What is Ferromagnetism: Definition and 35 Discussions

Ferromagnetism is the basic mechanism by which certain materials (such as iron) form permanent magnets, or are attracted to magnets. In physics, several different types of magnetism are distinguished. Ferromagnetism (along with the similar effect ferrimagnetism) is the strongest type and is responsible for the common phenomenon of magnetism in magnets encountered in everyday life. Substances respond weakly to magnetic fields with three other types of magnetism—paramagnetism, diamagnetism, and antiferromagnetism—but the forces are usually so weak that they can be detected only by sensitive instruments in a laboratory. An everyday example of ferromagnetism is a refrigerator magnet used to hold notes on a refrigerator door. The attraction between a magnet and ferromagnetic material is "the quality of magnetism first apparent to the ancient world, and to us today".Permanent magnets (materials that can be magnetized by an external magnetic field and remain magnetized after the external field is removed) are either ferromagnetic or ferrimagnetic, as are the materials that are noticeably attracted to them. Only a few substances are ferromagnetic. The common ones are iron, cobalt, nickel and most of their alloys, and some compounds of rare earth metals.
Ferromagnetism is very important in industry and modern technology, and is the basis for many electrical and electromechanical devices such as electromagnets, electric motors, generators, transformers, and magnetic storage such as tape recorders, and hard disks, and nondestructive testing of ferrous materials.
Ferromagnetic materials can be divided into magnetically "soft" materials like annealed iron, which can be magnetized but do not tend to stay magnetized, and magnetically "hard" materials, which do. Permanent magnets are made from "hard" ferromagnetic materials such as alnico, and ferrimagnetic materials such as ferrite that are subjected to special processing in a strong magnetic field during manufacture to align their internal microcrystalline structure, making them very hard to demagnetize. To demagnetize a saturated magnet, a certain magnetic field must be applied, and this threshold depends on coercivity of the respective material. "Hard" materials have high coercivity, whereas "soft" materials have low coercivity. The overall strength of a magnet is measured by its magnetic moment or, alternatively, the total magnetic flux it produces. The local strength of magnetism in a material is measured by its magnetization.

View More On Wikipedia.org
  1. rogdal

    Classical magnetic dipole-dipole interaction in iron

    I'm having a bit of trouble with this exercise because, even if I understand the physics of the dipole-dipole interaction in an ideal classical system, I don't get to know how to approach this problem. I've got a few doubts about how this system would work. First of all, what would be the...
  2. J

    I Broken symmetry in ferromagnetism

    Hello, Today I found this paper and this one where P.W. Anderson says that there is no broken symmetry in ferromagnetism because the ground state is an eigenstate of the spin rotation operator. And so we don't have in this system Goldstone's mode for example. But I thought spin waves were...
  3. T

    Lenz's Rule and Ferromagnetism

    Hi, In this video: , it shows someone with an aluminium ring next to an MRI scanner. He allows the ring to fall over and it falls slowly demonstrating Lenz's law. I understand this but was wondering what would happen if a ferromagnetic ring was used instead of the non-ferromagnetic aluminium...
  4. M

    Momentum transfer between d-electrons and the nucleus in ferromagnetism?

    If a copper wire is wound around a piece of iron, nickel or cobalt, and a voltage is applied to the wire, it takes a longer amount of time for the current to reach its maximum value, than if the iron were replaced with a different material, such as glass— a phenomenon known as inductance. My...
  5. stockzahn

    Apparent vanishing of (magnetic) potential energy

    Dear all, I cannot figure out my mistake with this thought experiment: Consider a ferromagnetic material (e.g.iron) in a magnetic field - or just any iron anywhere, since the range of magnetic fields is infinite. Between the ferromagnetic material and (permanent) magnets potential energy is...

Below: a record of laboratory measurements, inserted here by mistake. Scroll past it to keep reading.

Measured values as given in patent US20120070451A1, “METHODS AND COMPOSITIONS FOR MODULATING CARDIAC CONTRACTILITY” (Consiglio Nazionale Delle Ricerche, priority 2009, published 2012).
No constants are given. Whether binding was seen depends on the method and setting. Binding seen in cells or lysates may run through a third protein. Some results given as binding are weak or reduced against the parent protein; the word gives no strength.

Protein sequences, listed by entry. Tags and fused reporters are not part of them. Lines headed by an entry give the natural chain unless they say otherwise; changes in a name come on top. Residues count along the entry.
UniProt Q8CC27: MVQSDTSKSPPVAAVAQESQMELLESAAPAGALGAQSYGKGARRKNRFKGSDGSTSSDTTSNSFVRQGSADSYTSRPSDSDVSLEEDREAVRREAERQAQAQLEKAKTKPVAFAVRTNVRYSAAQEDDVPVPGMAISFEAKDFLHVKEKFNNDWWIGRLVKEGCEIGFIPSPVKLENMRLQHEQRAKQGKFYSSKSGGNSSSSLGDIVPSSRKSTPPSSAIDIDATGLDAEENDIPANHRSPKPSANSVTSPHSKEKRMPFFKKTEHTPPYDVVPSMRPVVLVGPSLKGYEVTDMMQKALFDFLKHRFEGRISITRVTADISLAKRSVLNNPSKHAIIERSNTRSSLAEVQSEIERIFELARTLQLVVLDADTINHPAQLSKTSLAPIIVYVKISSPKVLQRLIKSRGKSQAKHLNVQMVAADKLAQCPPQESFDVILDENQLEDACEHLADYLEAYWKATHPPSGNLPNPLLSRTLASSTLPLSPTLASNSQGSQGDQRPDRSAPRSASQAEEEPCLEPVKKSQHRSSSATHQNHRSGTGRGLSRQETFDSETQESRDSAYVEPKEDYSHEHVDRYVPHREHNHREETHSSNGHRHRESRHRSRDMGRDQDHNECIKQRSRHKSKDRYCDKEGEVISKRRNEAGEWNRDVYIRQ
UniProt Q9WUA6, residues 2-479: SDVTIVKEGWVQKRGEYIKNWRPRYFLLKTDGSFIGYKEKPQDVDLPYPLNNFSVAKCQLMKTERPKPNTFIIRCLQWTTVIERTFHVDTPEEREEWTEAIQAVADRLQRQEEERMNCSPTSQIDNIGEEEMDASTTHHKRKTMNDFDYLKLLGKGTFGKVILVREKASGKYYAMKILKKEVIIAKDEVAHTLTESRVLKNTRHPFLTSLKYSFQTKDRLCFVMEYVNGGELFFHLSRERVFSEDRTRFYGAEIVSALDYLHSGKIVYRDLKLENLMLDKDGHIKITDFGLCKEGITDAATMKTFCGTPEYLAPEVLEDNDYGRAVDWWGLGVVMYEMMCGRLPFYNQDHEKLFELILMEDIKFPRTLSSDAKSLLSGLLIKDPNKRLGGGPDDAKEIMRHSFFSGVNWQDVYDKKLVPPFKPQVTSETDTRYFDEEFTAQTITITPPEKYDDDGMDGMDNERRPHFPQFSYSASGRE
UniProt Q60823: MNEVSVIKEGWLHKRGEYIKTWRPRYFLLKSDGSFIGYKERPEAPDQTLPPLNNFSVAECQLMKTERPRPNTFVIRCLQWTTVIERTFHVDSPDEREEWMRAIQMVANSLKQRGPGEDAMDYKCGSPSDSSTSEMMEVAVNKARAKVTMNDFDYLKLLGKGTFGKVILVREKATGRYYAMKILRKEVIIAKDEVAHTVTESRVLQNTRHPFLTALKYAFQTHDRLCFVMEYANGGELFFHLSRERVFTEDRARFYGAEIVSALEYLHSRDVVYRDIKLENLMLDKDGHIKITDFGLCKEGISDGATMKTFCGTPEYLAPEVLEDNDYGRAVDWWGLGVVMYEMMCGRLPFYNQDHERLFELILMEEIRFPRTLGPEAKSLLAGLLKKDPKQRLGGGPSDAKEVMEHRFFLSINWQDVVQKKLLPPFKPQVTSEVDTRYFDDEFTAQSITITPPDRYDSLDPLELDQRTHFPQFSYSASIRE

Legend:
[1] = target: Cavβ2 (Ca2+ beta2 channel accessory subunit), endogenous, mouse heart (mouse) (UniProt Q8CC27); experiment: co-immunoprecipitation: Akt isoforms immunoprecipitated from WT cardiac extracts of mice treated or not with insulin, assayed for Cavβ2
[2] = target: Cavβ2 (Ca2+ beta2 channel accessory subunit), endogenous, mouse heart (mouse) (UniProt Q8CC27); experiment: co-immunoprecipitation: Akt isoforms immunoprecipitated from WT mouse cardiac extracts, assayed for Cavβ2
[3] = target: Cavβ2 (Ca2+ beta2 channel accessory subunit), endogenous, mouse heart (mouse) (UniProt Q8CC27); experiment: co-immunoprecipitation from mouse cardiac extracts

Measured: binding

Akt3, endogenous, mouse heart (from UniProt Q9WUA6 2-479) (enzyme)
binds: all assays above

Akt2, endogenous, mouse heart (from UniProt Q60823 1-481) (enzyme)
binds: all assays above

6. U

    Saturation magnetization of iron as a function of temperature

    Hi, I am looking for the temperature dependence of the saturation magnetization of Fe. Any help?
  7. Charles Link

    Permanent Magnets Described by Magnetic Surface Currents - Comments

    Charles Link submitted a new PF Insights post Permanent Magnets Explained by Magnetic Surface Currents Continue reading the Original PF Insights Post.
  8. A

    Calculating Magnetic Pole Strength: Guide to Theory & Experiment

    Ok, I've spent lots of hours browsing the web and the library and still this question is burning. How can i calculate, whether it be experimentally or theoretically, the " pole strength" of a magnet. (I have read about the experiment where you divide the work it takes to turn a magnet around a...
  9. S

    I Two Ferromagnets with Opposite Electron Spins

    What happens when two ferromagnets with opposite electron spins interact with each other? Assuming the magnets are placed in conditions under the Curie temperature of the material, would their spins not change because the magnetic susceptibility is not high enough? Thank you.
  10. O

    Ferromagnetism - thought problem

    Hi! This might be a dum idea but here goes. Say you have 3 items. One weak magnet and two ferromagnetic materials of different susceptability. The magnet is strong enough to saturate the first material bot not the second. But since the saturated field in the first material is larger than that...
  11. Robert100

    How does diamagnetism originate?

    For AP Physics or Chemistry, how do we explain the origin of magnetism, and diamagnetism? Saying that "Well, it's a quantum mechanical effect" or "it is a relativistic effect" isn't much help in explaining it's origin. Are there semi-classical explanations or analogies, that high school seniors...
  12. S

    Using ferromagnetism in reinforced concrete

    Hey there, I am currently majoring in civil engineering. A while ago when I was wondering about ferromagnetism an idea occurred to me: In reinforced concrete design adherence between structural steel and concrete is a very important feature. Simply, if we could enhance the adherence, this...
  13. S

    Magnetic levitation using eddy current

    Hi, I am working on an experiment to investigate the effect of electrical conductivity of the metals on the levitating force produced. Basically the concept is this: when a metal plate is placed on top of a solenoid (but not touching), as the a.c. flows in the solenoid the change in magnetic...
  14. U

    Curie-Weiss Paramagnetism susceptibility

    Homework Statement (a) Show the curie-weiss behaviour. (b) Estimate ##\lambda## and ##B_e## and exchange energy.[/B] Homework EquationsThe Attempt at a Solution Part(a) Since even when applied field is zero, ##B_{total} \neq 0## which gives rise to ##M\neq 0##. This is a fundamental...
  15. K